He reaches out to Jews worldwide in Germany’s name

Germany is undoubtedly Israel’s best friend in Europe. For decades the country has made heroic efforts to atone for its Nazi past by actively championing the Jewish state’s cause abroad, engaging in a robust program of Holocaust education in its schools, and reaching out to Jews around the world.

Here in the Bay Area, the current German consul general, Stefan Schlueter, is a staple attendee at Jewish community events and maintains warm relations with local Jewish leaders. So I wasn’t surprised last week when he introduced me to Felix Klein, a buoyant and friendly man who is “special representative” to the Jewish community, an ambassadorial position within Germany’s Foreign Ministry.

What did surprise me, however, is how recently the job was created — just seven years ago. In establishing this position in 2009, Germany became the first nation to respond to the Berlin Declaration, a commitment to fight anti-Semitism that emerged from the 2004 Berlin conference on anti-Semitism, now an annual event hosted by the Organization for Security and Co-operation in Europe. Since then others have followed suit in creating Jewish liaisons, including Greece, the United Kingdom, Poland, the Czech Republic and, late last year, France.

“It was felt that Germany needed a face, a focal point the Jewish community can call upon, a place where efforts to combat anti-Semitism are centered, someone to represent Germany at Holocaust commemorations,” explained Klein, who has held the job for four years.

His portfolio is wide-ranging. Within Germany he manages relations between the government and Germany’s fractious Jewish community, split as it is between the old-guard German Jews and the more recently arrived Russian-speaking Jews. He also deals with Nazi-looted art, Holocaust compensation and other matters that require a diplomatic touch.

Abroad, Klein is charged with conveying his government’s pro-Jewish message, as well as meeting with foreign Jewish communities and relaying their concerns back to his bosses.

When Russia invaded Ukraine in 2013, a move Putin claimed was partly to protect Ukrainian Jews from anti-Semitism, Klein was sent to Kiev to talk with Jews there and find out whether they indeed felt beleaguered. (They did, Klein reported, but because they were under attack like all Ukrainians, not because they were Jews.)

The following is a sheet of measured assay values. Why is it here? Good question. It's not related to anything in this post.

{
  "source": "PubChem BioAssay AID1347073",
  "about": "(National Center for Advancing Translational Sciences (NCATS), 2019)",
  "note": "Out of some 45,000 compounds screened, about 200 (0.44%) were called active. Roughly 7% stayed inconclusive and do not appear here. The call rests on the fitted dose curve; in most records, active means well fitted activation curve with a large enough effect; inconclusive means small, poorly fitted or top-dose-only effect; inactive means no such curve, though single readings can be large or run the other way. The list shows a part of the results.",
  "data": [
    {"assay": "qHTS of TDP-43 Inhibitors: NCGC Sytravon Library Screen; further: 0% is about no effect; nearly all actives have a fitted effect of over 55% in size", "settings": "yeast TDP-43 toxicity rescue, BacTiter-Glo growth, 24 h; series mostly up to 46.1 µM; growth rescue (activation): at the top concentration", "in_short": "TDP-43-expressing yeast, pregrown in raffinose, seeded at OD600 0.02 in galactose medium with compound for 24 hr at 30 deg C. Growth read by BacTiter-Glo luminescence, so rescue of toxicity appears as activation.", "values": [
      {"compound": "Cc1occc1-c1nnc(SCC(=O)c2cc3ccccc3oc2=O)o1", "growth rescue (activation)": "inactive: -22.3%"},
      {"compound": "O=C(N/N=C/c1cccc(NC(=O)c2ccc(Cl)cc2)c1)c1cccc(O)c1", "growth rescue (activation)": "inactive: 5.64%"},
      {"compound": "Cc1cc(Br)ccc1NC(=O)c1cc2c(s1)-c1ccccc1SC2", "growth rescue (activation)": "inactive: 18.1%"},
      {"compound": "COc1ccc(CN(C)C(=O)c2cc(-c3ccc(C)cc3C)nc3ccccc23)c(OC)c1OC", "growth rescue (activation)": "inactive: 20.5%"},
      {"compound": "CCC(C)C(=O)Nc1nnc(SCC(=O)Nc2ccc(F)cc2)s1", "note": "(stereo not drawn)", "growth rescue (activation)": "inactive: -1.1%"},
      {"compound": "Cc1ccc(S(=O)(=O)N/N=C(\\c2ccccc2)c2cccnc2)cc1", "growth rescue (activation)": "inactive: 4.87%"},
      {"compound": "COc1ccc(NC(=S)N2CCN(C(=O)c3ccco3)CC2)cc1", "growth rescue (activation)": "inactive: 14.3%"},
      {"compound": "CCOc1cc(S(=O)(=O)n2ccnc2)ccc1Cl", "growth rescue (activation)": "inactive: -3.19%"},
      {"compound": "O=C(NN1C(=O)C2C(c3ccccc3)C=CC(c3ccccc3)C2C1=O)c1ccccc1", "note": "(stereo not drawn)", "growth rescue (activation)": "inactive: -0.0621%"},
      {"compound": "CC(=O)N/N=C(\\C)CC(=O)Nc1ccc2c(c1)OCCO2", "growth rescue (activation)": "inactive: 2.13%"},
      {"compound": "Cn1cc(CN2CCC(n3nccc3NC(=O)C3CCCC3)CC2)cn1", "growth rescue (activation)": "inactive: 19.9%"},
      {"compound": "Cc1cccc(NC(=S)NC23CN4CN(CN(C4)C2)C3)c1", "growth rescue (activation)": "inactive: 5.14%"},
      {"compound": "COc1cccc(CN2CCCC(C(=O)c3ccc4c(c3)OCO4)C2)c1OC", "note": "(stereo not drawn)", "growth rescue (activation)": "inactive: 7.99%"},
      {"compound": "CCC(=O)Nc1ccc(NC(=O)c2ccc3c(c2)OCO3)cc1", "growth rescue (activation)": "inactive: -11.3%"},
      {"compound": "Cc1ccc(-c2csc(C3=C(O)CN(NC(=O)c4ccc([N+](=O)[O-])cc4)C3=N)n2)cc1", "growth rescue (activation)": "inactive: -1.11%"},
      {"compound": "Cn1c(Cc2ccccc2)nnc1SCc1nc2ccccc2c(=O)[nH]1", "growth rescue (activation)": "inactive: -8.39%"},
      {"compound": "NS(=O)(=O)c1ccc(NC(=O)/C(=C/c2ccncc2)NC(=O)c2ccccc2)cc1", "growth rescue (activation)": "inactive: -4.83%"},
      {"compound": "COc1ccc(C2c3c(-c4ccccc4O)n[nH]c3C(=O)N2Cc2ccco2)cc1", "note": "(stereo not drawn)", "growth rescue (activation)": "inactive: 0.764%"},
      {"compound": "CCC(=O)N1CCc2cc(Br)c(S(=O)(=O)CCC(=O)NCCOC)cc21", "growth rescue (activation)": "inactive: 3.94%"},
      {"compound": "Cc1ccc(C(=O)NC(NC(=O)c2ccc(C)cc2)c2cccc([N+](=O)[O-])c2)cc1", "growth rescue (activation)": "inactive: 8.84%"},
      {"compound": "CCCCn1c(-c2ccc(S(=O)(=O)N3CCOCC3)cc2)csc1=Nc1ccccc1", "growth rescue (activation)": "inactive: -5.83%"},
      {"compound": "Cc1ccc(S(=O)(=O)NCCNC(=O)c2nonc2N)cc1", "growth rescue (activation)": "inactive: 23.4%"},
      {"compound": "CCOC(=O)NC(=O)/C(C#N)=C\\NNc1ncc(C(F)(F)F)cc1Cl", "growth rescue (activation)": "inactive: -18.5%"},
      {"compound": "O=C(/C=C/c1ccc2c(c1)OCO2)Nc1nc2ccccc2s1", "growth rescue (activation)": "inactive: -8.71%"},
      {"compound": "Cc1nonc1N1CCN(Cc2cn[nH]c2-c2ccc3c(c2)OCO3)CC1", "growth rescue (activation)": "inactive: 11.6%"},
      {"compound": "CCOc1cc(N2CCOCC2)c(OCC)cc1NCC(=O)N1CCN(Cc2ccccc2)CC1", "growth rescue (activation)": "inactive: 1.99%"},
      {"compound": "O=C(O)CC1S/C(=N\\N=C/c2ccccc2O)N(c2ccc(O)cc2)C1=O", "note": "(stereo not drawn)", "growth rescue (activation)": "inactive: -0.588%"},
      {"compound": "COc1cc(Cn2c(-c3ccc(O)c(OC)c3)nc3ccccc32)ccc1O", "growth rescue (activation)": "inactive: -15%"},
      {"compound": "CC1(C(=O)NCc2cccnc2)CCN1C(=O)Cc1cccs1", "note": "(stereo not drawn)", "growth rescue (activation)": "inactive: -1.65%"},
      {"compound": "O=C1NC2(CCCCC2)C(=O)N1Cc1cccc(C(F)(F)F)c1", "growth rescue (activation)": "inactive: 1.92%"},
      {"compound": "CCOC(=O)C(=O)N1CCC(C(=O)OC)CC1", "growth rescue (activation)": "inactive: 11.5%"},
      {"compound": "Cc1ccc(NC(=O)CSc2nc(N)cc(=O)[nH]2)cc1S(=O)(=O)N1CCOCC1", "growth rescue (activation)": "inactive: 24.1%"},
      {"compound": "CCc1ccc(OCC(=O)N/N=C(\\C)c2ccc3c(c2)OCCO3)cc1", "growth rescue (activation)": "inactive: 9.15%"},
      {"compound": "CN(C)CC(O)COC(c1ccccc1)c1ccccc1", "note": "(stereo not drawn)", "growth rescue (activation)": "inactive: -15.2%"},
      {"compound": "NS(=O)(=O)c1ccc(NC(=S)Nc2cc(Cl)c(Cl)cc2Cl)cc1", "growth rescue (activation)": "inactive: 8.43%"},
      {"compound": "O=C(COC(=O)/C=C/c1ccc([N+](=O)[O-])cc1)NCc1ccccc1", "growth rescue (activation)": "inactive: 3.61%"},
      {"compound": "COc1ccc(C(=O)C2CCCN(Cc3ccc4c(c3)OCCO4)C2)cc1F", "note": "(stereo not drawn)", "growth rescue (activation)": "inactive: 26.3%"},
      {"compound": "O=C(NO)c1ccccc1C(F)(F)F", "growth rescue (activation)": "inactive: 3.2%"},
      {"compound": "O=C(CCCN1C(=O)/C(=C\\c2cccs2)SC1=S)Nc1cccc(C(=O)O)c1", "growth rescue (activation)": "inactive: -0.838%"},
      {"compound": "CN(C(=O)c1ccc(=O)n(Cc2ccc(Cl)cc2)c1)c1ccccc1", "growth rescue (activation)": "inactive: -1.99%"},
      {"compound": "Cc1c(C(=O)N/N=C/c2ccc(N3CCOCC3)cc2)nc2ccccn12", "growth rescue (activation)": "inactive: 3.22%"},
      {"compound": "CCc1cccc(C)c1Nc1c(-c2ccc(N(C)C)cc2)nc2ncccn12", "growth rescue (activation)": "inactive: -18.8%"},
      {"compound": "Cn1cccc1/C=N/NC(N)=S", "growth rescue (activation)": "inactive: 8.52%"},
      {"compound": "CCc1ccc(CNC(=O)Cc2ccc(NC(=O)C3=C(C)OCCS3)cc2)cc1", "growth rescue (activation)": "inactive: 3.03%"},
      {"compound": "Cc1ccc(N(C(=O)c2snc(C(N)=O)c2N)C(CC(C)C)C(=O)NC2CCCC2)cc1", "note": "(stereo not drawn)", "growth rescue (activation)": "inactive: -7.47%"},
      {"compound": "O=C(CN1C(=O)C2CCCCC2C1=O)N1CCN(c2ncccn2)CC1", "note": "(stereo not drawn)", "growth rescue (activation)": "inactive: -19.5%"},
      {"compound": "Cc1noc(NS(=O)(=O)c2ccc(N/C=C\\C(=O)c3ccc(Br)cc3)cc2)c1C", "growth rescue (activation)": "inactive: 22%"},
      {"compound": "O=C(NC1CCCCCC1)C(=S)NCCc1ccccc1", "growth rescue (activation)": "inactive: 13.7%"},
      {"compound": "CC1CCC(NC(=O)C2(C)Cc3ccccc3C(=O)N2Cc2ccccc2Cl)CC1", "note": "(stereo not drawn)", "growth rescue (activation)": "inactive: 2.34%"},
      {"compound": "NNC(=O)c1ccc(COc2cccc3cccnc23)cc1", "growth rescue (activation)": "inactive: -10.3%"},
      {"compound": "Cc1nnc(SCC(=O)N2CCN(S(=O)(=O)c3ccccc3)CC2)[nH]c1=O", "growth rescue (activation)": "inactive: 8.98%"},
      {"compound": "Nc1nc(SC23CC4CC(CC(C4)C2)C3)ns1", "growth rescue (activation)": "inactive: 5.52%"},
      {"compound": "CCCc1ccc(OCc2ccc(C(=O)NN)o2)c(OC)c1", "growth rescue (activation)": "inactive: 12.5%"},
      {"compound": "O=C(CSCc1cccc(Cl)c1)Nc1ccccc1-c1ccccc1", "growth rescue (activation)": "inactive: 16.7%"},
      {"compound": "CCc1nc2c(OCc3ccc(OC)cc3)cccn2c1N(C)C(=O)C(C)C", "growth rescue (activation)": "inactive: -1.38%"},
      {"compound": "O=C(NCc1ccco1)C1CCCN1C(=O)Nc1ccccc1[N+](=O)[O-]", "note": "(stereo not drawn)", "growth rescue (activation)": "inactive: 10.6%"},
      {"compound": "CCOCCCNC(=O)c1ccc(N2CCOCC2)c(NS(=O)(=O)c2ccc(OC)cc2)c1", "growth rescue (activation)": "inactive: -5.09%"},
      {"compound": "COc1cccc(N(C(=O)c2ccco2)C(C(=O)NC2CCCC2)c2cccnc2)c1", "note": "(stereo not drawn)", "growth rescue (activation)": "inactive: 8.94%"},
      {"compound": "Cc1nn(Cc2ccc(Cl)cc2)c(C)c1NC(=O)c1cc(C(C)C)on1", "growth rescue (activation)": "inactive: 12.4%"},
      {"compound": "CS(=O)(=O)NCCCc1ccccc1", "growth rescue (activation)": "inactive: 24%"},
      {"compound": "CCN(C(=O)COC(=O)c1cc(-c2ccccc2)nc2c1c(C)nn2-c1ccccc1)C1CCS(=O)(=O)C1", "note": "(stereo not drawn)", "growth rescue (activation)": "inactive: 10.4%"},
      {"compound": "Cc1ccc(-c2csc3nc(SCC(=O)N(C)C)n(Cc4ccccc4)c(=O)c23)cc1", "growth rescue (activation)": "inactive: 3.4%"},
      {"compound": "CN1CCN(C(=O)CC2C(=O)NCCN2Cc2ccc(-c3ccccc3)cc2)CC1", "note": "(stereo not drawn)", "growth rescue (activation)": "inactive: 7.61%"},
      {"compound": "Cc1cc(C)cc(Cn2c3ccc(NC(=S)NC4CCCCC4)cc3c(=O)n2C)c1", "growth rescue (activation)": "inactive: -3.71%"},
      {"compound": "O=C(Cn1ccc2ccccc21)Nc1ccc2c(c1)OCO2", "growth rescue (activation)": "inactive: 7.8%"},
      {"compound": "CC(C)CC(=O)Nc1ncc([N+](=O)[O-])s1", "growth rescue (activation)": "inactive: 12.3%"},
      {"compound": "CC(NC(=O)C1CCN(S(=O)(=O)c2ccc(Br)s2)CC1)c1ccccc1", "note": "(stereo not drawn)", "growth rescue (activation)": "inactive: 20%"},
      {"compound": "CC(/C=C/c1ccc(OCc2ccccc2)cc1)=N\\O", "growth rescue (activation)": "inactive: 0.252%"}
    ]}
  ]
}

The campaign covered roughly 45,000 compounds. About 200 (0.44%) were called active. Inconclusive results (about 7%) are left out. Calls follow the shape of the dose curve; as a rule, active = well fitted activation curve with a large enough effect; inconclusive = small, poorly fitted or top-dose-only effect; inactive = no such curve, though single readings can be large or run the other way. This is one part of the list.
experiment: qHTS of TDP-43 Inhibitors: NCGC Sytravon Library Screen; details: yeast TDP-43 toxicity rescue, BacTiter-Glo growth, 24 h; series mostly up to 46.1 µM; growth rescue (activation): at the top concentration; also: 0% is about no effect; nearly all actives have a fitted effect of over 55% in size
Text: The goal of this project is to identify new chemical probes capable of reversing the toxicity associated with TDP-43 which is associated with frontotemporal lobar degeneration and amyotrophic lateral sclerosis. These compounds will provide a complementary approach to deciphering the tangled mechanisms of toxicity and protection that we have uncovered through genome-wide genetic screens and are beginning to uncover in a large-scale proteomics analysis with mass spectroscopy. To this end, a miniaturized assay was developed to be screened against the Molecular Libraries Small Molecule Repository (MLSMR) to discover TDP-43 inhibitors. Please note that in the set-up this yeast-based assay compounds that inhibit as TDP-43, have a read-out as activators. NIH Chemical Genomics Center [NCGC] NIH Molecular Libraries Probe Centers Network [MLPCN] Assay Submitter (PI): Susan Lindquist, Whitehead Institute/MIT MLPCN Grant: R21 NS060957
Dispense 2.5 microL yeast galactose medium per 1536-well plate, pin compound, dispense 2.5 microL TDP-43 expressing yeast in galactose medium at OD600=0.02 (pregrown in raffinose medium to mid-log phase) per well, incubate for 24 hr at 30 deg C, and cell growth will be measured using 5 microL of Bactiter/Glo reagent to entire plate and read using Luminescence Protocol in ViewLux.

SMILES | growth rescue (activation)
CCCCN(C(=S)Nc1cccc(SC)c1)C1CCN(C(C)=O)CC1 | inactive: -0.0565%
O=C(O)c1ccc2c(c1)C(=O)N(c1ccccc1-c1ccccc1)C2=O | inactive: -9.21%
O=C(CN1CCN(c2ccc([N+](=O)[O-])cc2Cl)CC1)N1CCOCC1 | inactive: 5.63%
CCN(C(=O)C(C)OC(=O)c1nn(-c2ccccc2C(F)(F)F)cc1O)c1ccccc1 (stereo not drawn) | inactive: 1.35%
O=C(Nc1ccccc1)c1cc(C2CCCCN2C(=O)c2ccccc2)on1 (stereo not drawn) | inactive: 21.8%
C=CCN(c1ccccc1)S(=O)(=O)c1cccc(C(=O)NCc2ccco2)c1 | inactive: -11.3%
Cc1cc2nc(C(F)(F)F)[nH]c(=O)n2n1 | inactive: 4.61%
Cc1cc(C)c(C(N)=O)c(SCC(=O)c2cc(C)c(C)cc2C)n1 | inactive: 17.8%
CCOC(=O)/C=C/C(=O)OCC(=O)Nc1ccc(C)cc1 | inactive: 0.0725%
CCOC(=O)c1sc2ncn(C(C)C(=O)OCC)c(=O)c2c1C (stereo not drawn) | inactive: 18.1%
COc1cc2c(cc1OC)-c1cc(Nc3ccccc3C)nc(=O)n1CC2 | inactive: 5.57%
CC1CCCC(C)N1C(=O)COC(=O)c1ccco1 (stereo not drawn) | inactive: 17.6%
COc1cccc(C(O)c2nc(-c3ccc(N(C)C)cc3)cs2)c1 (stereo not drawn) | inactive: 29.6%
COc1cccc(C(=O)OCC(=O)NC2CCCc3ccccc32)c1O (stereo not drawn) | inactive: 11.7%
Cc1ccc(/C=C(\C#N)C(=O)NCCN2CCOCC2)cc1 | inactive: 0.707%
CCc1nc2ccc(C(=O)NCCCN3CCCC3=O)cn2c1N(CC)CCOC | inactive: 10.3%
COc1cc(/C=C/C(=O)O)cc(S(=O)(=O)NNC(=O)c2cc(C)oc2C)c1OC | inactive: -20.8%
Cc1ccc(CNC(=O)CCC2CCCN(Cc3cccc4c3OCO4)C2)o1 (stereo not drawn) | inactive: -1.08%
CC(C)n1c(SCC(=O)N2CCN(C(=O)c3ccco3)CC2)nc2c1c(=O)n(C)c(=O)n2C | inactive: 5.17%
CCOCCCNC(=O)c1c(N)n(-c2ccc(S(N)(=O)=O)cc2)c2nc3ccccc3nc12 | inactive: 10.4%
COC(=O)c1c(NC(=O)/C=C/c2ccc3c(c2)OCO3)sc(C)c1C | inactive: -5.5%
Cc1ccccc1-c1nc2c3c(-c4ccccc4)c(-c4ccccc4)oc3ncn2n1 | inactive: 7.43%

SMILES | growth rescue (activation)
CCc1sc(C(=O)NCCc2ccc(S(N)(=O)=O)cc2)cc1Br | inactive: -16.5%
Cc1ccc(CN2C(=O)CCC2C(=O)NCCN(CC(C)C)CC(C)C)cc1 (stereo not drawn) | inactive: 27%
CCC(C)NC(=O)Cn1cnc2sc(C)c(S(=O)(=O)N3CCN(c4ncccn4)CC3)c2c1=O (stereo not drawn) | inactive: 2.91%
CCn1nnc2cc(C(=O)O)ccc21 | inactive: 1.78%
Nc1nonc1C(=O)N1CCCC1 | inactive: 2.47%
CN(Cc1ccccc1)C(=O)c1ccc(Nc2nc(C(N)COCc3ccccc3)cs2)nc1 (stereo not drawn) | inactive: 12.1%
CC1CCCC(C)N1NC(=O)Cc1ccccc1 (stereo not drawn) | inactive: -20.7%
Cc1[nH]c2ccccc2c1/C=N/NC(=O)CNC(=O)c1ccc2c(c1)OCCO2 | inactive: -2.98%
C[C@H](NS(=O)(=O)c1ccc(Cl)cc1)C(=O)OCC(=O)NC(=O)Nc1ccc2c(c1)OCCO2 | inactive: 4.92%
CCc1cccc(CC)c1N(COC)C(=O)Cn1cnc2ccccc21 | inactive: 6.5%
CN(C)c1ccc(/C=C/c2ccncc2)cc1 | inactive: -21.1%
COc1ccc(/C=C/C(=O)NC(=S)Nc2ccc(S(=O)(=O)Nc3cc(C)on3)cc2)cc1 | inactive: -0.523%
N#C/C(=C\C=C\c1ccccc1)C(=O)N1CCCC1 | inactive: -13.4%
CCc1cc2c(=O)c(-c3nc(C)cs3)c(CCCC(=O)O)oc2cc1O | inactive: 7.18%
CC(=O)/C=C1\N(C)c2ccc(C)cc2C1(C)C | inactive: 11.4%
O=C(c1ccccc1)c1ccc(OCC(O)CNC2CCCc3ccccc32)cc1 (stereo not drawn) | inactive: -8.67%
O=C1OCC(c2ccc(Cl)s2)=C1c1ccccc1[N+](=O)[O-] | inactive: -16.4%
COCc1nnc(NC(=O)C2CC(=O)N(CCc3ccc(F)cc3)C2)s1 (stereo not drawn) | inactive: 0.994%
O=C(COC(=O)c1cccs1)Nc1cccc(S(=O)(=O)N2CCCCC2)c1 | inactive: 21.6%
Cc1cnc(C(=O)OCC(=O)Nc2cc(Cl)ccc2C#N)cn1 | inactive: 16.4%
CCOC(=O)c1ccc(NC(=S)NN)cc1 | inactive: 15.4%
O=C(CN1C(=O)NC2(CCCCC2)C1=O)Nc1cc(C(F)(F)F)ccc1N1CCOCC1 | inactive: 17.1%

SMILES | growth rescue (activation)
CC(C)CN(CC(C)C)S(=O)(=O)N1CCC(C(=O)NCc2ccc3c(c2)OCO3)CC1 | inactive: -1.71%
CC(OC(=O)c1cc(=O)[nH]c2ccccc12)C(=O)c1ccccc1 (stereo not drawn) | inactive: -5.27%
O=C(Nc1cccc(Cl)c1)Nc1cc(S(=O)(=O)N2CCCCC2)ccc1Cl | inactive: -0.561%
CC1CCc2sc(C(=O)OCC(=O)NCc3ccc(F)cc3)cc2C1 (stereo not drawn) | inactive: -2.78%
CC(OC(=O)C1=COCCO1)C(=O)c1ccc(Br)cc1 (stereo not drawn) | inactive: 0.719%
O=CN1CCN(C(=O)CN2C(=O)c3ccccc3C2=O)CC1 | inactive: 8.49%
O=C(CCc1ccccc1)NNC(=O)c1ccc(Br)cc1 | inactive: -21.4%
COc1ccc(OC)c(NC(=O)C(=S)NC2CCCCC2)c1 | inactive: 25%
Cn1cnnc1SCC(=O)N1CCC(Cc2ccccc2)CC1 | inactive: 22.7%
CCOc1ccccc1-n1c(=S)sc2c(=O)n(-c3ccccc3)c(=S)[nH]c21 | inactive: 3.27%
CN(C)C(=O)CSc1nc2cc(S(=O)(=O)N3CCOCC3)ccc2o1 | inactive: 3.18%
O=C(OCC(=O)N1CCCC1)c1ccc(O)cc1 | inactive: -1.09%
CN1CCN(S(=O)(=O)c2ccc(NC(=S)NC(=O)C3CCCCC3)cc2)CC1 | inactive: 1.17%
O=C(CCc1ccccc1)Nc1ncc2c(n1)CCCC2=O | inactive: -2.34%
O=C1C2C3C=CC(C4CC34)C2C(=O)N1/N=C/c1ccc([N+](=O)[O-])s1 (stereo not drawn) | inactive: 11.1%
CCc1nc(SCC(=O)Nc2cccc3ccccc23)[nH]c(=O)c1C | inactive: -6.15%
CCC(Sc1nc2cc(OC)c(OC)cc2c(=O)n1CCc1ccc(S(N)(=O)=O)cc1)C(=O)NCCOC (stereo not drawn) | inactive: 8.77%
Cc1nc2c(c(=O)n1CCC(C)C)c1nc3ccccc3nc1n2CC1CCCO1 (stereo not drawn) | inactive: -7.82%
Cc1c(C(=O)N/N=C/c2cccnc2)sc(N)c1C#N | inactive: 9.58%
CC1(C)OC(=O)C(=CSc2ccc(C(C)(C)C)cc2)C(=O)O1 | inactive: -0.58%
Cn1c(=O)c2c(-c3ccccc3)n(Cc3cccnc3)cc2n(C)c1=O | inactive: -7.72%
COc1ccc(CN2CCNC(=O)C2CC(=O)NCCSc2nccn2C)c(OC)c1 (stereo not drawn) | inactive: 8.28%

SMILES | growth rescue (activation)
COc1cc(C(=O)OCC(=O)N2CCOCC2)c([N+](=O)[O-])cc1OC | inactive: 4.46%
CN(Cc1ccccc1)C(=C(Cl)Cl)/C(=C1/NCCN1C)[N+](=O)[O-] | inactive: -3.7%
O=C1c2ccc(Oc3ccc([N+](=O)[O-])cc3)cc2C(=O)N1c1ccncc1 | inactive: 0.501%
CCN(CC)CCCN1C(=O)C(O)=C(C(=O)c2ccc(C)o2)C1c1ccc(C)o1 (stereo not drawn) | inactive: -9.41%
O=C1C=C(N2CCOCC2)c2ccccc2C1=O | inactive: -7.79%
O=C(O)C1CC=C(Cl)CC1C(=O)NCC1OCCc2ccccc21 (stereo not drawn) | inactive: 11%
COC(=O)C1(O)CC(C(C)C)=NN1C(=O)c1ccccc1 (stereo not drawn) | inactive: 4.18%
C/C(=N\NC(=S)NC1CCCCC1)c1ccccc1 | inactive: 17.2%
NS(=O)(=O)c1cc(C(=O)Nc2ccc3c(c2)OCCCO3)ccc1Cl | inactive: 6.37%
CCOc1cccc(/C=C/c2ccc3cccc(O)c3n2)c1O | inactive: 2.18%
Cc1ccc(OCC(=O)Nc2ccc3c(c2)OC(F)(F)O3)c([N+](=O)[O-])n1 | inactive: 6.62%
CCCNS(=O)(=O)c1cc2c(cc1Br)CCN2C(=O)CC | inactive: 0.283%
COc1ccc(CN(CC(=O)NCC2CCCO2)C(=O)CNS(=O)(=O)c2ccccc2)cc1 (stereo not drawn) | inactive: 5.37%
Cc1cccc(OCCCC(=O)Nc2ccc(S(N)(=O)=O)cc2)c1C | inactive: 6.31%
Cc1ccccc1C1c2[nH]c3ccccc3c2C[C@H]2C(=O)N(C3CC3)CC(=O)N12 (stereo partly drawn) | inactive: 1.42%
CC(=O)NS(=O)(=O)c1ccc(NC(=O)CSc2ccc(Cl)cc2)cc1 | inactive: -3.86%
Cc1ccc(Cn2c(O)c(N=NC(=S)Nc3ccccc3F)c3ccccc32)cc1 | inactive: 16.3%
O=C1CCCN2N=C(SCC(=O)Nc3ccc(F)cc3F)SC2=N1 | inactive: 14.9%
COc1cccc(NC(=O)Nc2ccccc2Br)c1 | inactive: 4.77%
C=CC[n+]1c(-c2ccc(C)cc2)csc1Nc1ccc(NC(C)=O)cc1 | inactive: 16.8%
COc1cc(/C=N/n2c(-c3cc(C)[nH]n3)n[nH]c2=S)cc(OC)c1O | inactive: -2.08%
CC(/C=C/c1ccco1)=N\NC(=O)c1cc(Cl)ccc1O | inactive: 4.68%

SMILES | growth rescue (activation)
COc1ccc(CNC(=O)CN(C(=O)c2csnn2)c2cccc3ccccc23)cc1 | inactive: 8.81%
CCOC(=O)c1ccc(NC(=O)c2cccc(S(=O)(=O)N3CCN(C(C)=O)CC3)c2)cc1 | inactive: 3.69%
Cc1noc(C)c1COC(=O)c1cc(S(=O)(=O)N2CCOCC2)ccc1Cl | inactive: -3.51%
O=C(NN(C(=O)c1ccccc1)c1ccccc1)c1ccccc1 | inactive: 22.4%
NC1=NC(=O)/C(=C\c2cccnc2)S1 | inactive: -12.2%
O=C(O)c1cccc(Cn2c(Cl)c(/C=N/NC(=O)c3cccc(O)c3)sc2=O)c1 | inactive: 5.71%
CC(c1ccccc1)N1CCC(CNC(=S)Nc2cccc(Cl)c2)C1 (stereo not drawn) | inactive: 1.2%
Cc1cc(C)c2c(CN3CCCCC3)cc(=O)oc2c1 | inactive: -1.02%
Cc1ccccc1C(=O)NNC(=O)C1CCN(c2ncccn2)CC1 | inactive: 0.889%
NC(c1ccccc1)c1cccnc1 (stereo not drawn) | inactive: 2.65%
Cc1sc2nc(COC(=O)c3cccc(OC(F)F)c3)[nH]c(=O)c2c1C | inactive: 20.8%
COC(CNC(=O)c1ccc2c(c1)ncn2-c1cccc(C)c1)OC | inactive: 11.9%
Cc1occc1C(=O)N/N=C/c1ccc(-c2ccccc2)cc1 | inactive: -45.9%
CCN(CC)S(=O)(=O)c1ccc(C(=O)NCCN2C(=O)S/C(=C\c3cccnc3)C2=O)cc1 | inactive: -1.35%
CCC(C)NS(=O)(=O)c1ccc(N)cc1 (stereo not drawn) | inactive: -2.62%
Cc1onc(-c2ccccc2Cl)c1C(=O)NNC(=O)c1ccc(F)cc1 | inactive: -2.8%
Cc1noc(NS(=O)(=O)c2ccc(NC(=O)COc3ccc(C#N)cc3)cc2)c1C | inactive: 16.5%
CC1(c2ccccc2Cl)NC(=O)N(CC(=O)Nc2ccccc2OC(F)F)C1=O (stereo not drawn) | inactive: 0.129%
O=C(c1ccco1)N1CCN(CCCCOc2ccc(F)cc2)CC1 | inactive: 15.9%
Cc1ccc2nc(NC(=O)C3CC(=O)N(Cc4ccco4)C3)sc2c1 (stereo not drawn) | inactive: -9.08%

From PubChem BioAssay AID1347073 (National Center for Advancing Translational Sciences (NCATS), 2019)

When Belarus put up a monument last year that for the first time recognized distinct categories of Nazi victims instead of calling them all “victims of fascism,” as was the wont in the communist-era Soviet bloc, Klein was on hand to congratulate them, in Germany’s name. He also organized seminars for history teachers in Belarus, at the behest of the Belorussian government.

And he does all this without being Jewish himself. “My name is Jewish, but I’m not,” he said, noting that his family was part of the prewar German minority living in Transylvania. Because of that experience as an outsider, Klein said, “I was a little prepared to see the world through Jewish eyes.”

In San Francisco last month — his first visit to the city — Klein spent an evening at the German Consulate hobnobbing with local rabbis and heads of Jewish organizations. What were they concerned about? What should he take back to his government?

Two topics were front and center: how Germany would deal with the influx of nearly 1 million Syrian migrants, and whether it would continue to oppose anti-Israel initiatives within the European Union.

On the second point, Klein was adamant: The Jewish community “knows it can count on Germany, and the other European partners know our position when it comes to anti-Israel issues.” True, he admitted, Germany went along with the recent EU move to label goods from the West Bank, but not because they didn’t try. “We were outvoted,” he said. “Personally, I think it wasn’t good.”

Germany is not about to abandon its “special relationship” with world Jewry anytime soon, he said. “It’s in Germany’s interest to foster critical discussion of the past; to keep alive the memory of the Holocaust is a mandate of the federal government.”


Sue Fishkoff

Sue Fishkoff is the editor of J. She can be reached at sue@jweekly.com.